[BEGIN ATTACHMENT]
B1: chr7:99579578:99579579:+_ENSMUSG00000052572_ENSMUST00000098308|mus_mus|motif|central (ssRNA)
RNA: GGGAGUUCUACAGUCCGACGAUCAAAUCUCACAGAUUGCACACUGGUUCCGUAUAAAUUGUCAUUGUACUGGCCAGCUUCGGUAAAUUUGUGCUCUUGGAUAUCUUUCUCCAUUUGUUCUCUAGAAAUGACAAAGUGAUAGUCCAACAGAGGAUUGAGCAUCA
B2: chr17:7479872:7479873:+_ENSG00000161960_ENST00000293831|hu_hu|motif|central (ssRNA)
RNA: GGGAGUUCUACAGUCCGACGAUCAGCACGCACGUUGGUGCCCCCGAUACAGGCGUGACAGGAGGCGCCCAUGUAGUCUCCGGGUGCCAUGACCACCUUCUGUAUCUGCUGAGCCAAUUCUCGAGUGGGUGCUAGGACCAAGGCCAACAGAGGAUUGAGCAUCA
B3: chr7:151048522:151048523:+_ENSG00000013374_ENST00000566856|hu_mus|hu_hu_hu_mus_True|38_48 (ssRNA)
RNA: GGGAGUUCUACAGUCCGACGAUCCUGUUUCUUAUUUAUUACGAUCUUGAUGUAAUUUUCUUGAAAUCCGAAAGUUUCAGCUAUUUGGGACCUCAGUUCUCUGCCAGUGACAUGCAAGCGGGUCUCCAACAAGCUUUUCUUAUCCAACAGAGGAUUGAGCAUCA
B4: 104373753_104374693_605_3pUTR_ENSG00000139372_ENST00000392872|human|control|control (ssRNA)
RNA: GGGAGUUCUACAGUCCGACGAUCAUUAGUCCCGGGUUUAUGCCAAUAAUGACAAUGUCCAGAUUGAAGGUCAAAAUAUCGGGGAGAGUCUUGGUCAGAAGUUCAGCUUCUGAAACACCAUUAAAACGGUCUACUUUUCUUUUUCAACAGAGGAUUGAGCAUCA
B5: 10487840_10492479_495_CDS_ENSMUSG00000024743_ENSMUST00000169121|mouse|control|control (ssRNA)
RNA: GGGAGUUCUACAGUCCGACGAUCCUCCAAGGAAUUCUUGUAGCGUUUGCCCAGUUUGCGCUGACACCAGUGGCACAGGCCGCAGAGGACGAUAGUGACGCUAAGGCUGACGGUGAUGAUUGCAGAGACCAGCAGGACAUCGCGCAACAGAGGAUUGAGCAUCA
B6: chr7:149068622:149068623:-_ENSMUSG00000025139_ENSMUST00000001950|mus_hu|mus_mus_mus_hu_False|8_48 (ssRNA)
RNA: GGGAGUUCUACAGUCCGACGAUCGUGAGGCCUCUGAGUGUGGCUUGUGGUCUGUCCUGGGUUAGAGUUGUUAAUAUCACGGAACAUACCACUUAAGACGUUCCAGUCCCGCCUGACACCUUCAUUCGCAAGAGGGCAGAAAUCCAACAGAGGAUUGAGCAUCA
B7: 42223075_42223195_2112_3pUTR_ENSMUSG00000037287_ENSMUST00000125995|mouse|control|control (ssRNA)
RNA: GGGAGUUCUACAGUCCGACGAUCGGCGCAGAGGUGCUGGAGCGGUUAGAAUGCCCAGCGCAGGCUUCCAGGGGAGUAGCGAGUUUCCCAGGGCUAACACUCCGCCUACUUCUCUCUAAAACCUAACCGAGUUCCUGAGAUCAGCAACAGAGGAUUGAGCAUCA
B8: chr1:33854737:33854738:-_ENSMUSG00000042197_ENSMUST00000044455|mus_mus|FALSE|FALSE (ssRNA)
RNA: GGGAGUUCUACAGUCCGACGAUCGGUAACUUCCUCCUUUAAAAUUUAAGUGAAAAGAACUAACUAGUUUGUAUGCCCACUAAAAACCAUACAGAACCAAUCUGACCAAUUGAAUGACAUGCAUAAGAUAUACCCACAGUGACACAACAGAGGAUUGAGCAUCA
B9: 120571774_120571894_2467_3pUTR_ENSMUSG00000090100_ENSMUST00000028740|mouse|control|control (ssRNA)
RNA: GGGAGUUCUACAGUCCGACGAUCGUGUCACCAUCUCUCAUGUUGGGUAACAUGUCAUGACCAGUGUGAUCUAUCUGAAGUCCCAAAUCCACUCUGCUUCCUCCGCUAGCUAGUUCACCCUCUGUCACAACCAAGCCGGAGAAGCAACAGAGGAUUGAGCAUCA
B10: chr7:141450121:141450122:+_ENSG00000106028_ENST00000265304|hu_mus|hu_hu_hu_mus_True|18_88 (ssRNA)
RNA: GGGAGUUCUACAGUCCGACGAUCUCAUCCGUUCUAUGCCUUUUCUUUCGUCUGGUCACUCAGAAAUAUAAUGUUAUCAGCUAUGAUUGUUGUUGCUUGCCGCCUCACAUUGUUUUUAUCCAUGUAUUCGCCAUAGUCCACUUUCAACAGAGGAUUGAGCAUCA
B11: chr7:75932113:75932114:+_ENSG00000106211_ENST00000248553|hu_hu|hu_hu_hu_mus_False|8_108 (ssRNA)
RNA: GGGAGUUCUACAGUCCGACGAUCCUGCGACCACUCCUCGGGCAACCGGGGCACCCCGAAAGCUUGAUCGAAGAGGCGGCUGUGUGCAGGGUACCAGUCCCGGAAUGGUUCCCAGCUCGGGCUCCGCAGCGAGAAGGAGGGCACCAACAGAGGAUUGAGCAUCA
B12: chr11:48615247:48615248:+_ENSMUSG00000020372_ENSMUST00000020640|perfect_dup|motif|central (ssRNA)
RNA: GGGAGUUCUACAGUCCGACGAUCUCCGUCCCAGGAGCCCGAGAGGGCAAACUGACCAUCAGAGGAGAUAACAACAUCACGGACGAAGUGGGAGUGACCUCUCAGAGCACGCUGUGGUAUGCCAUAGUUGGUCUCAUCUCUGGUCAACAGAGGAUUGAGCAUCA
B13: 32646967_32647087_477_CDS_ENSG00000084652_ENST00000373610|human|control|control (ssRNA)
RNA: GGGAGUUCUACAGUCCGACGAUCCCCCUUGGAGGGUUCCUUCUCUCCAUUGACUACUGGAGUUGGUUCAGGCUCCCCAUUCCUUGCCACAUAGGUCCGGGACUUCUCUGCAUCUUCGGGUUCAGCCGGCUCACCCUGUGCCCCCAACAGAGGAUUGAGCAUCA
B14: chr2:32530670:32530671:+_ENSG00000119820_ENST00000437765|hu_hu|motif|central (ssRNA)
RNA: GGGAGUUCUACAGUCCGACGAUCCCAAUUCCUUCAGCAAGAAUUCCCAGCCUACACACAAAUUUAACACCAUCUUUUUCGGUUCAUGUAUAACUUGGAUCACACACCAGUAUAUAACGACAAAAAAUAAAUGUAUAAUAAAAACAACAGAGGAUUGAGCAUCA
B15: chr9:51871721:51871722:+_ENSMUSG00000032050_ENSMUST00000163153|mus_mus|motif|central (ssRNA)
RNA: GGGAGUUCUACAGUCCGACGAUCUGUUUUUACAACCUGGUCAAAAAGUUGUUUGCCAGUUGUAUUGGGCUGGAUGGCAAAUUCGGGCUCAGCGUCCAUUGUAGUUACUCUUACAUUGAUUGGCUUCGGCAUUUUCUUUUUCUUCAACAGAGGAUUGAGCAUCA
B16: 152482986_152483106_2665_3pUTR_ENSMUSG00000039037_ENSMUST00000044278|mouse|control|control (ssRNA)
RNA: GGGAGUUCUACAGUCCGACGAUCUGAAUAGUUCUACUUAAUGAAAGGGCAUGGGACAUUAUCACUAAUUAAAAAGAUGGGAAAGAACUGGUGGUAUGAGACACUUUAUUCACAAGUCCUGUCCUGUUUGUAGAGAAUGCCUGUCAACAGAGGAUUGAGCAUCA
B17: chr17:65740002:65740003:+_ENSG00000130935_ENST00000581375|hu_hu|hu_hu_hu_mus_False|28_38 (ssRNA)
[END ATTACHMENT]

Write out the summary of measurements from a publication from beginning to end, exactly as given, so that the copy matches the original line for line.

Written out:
B1: chr7:99579578:99579579:+_ENSMUSG00000052572_ENSMUST00000098308|mus_mus|motif|central (ssRNA)
RNA: GGGAGUUCUACAGUCCGACGAUCAAAUCUCACAGAUUGCACACUGGUUCCGUAUAAAUUGUCAUUGUACUGGCCAGCUUCGGUAAAUUUGUGCUCUUGGAUAUCUUUCUCCAUUUGUUCUCUAGAAAUGACAAAGUGAUAGUCCAACAGAGGAUUGAGCAUCA
B2: chr17:7479872:7479873:+_ENSG00000161960_ENST00000293831|hu_hu|motif|central (ssRNA)
RNA: GGGAGUUCUACAGUCCGACGAUCAGCACGCACGUUGGUGCCCCCGAUACAGGCGUGACAGGAGGCGCCCAUGUAGUCUCCGGGUGCCAUGACCACCUUCUGUAUCUGCUGAGCCAAUUCUCGAGUGGGUGCUAGGACCAAGGCCAACAGAGGAUUGAGCAUCA
B3: chr7:151048522:151048523:+_ENSG00000013374_ENST00000566856|hu_mus|hu_hu_hu_mus_True|38_48 (ssRNA)
RNA: GGGAGUUCUACAGUCCGACGAUCCUGUUUCUUAUUUAUUACGAUCUUGAUGUAAUUUUCUUGAAAUCCGAAAGUUUCAGCUAUUUGGGACCUCAGUUCUCUGCCAGUGACAUGCAAGCGGGUCUCCAACAAGCUUUUCUUAUCCAACAGAGGAUUGAGCAUCA
B4: 104373753_104374693_605_3pUTR_ENSG00000139372_ENST00000392872|human|control|control (ssRNA)
RNA: GGGAGUUCUACAGUCCGACGAUCAUUAGUCCCGGGUUUAUGCCAAUAAUGACAAUGUCCAGAUUGAAGGUCAAAAUAUCGGGGAGAGUCUUGGUCAGAAGUUCAGCUUCUGAAACACCAUUAAAACGGUCUACUUUUCUUUUUCAACAGAGGAUUGAGCAUCA
B5: 10487840_10492479_495_CDS_ENSMUSG00000024743_ENSMUST00000169121|mouse|control|control (ssRNA)
RNA: GGGAGUUCUACAGUCCGACGAUCCUCCAAGGAAUUCUUGUAGCGUUUGCCCAGUUUGCGCUGACACCAGUGGCACAGGCCGCAGAGGACGAUAGUGACGCUAAGGCUGACGGUGAUGAUUGCAGAGACCAGCAGGACAUCGCGCAACAGAGGAUUGAGCAUCA
B6: chr7:149068622:149068623:-_ENSMUSG00000025139_ENSMUST00000001950|mus_hu|mus_mus_mus_hu_False|8_48 (ssRNA)
RNA: GGGAGUUCUACAGUCCGACGAUCGUGAGGCCUCUGAGUGUGGCUUGUGGUCUGUCCUGGGUUAGAGUUGUUAAUAUCACGGAACAUACCACUUAAGACGUUCCAGUCCCGCCUGACACCUUCAUUCGCAAGAGGGCAGAAAUCCAACAGAGGAUUGAGCAUCA
B7: 42223075_42223195_2112_3pUTR_ENSMUSG00000037287_ENSMUST00000125995|mouse|control|control (ssRNA)
RNA: GGGAGUUCUACAGUCCGACGAUCGGCGCAGAGGUGCUGGAGCGGUUAGAAUGCCCAGCGCAGGCUUCCAGGGGAGUAGCGAGUUUCCCAGGGCUAACACUCCGCCUACUUCUCUCUAAAACCUAACCGAGUUCCUGAGAUCAGCAACAGAGGAUUGAGCAUCA
B8: chr1:33854737:33854738:-_ENSMUSG00000042197_ENSMUST00000044455|mus_mus|FALSE|FALSE (ssRNA)
RNA: GGGAGUUCUACAGUCCGACGAUCGGUAACUUCCUCCUUUAAAAUUUAAGUGAAAAGAACUAACUAGUUUGUAUGCCCACUAAAAACCAUACAGAACCAAUCUGACCAAUUGAAUGACAUGCAUAAGAUAUACCCACAGUGACACAACAGAGGAUUGAGCAUCA
B9: 120571774_120571894_2467_3pUTR_ENSMUSG00000090100_ENSMUST00000028740|mouse|control|control (ssRNA)
RNA: GGGAGUUCUACAGUCCGACGAUCGUGUCACCAUCUCUCAUGUUGGGUAACAUGUCAUGACCAGUGUGAUCUAUCUGAAGUCCCAAAUCCACUCUGCUUCCUCCGCUAGCUAGUUCACCCUCUGUCACAACCAAGCCGGAGAAGCAACAGAGGAUUGAGCAUCA
B10: chr7:141450121:141450122:+_ENSG00000106028_ENST00000265304|hu_mus|hu_hu_hu_mus_True|18_88 (ssRNA)
RNA: GGGAGUUCUACAGUCCGACGAUCUCAUCCGUUCUAUGCCUUUUCUUUCGUCUGGUCACUCAGAAAUAUAAUGUUAUCAGCUAUGAUUGUUGUUGCUUGCCGCCUCACAUUGUUUUUAUCCAUGUAUUCGCCAUAGUCCACUUUCAACAGAGGAUUGAGCAUCA
B11: chr7:75932113:75932114:+_ENSG00000106211_ENST00000248553|hu_hu|hu_hu_hu_mus_False|8_108 (ssRNA)
RNA: GGGAGUUCUACAGUCCGACGAUCCUGCGACCACUCCUCGGGCAACCGGGGCACCCCGAAAGCUUGAUCGAAGAGGCGGCUGUGUGCAGGGUACCAGUCCCGGAAUGGUUCCCAGCUCGGGCUCCGCAGCGAGAAGGAGGGCACCAACAGAGGAUUGAGCAUCA
B12: chr11:48615247:48615248:+_ENSMUSG00000020372_ENSMUST00000020640|perfect_dup|motif|central (ssRNA)
RNA: GGGAGUUCUACAGUCCGACGAUCUCCGUCCCAGGAGCCCGAGAGGGCAAACUGACCAUCAGAGGAGAUAACAACAUCACGGACGAAGUGGGAGUGACCUCUCAGAGCACGCUGUGGUAUGCCAUAGUUGGUCUCAUCUCUGGUCAACAGAGGAUUGAGCAUCA
B13: 32646967_32647087_477_CDS_ENSG00000084652_ENST00000373610|human|control|control (ssRNA)
RNA: GGGAGUUCUACAGUCCGACGAUCCCCCUUGGAGGGUUCCUUCUCUCCAUUGACUACUGGAGUUGGUUCAGGCUCCCCAUUCCUUGCCACAUAGGUCCGGGACUUCUCUGCAUCUUCGGGUUCAGCCGGCUCACCCUGUGCCCCCAACAGAGGAUUGAGCAUCA
B14: chr2:32530670:32530671:+_ENSG00000119820_ENST00000437765|hu_hu|motif|central (ssRNA)
RNA: GGGAGUUCUACAGUCCGACGAUCCCAAUUCCUUCAGCAAGAAUUCCCAGCCUACACACAAAUUUAACACCAUCUUUUUCGGUUCAUGUAUAACUUGGAUCACACACCAGUAUAUAACGACAAAAAAUAAAUGUAUAAUAAAAACAACAGAGGAUUGAGCAUCA
B15: chr9:51871721:51871722:+_ENSMUSG00000032050_ENSMUST00000163153|mus_mus|motif|central (ssRNA)
RNA: GGGAGUUCUACAGUCCGACGAUCUGUUUUUACAACCUGGUCAAAAAGUUGUUUGCCAGUUGUAUUGGGCUGGAUGGCAAAUUCGGGCUCAGCGUCCAUUGUAGUUACUCUUACAUUGAUUGGCUUCGGCAUUUUCUUUUUCUUCAACAGAGGAUUGAGCAUCA
B16: 152482986_152483106_2665_3pUTR_ENSMUSG00000039037_ENSMUST00000044278|mouse|control|control (ssRNA)
RNA: GGGAGUUCUACAGUCCGACGAUCUGAAUAGUUCUACUUAAUGAAAGGGCAUGGGACAUUAUCACUAAUUAAAAAGAUGGGAAAGAACUGGUGGUAUGAGACACUUUAUUCACAAGUCCUGUCCUGUUUGUAGAGAAUGCCUGUCAACAGAGGAUUGAGCAUCA
B17: chr17:65740002:65740003:+_ENSG00000130935_ENST00000581375|hu_hu|hu_hu_hu_mus_False|28_38 (ssRNA)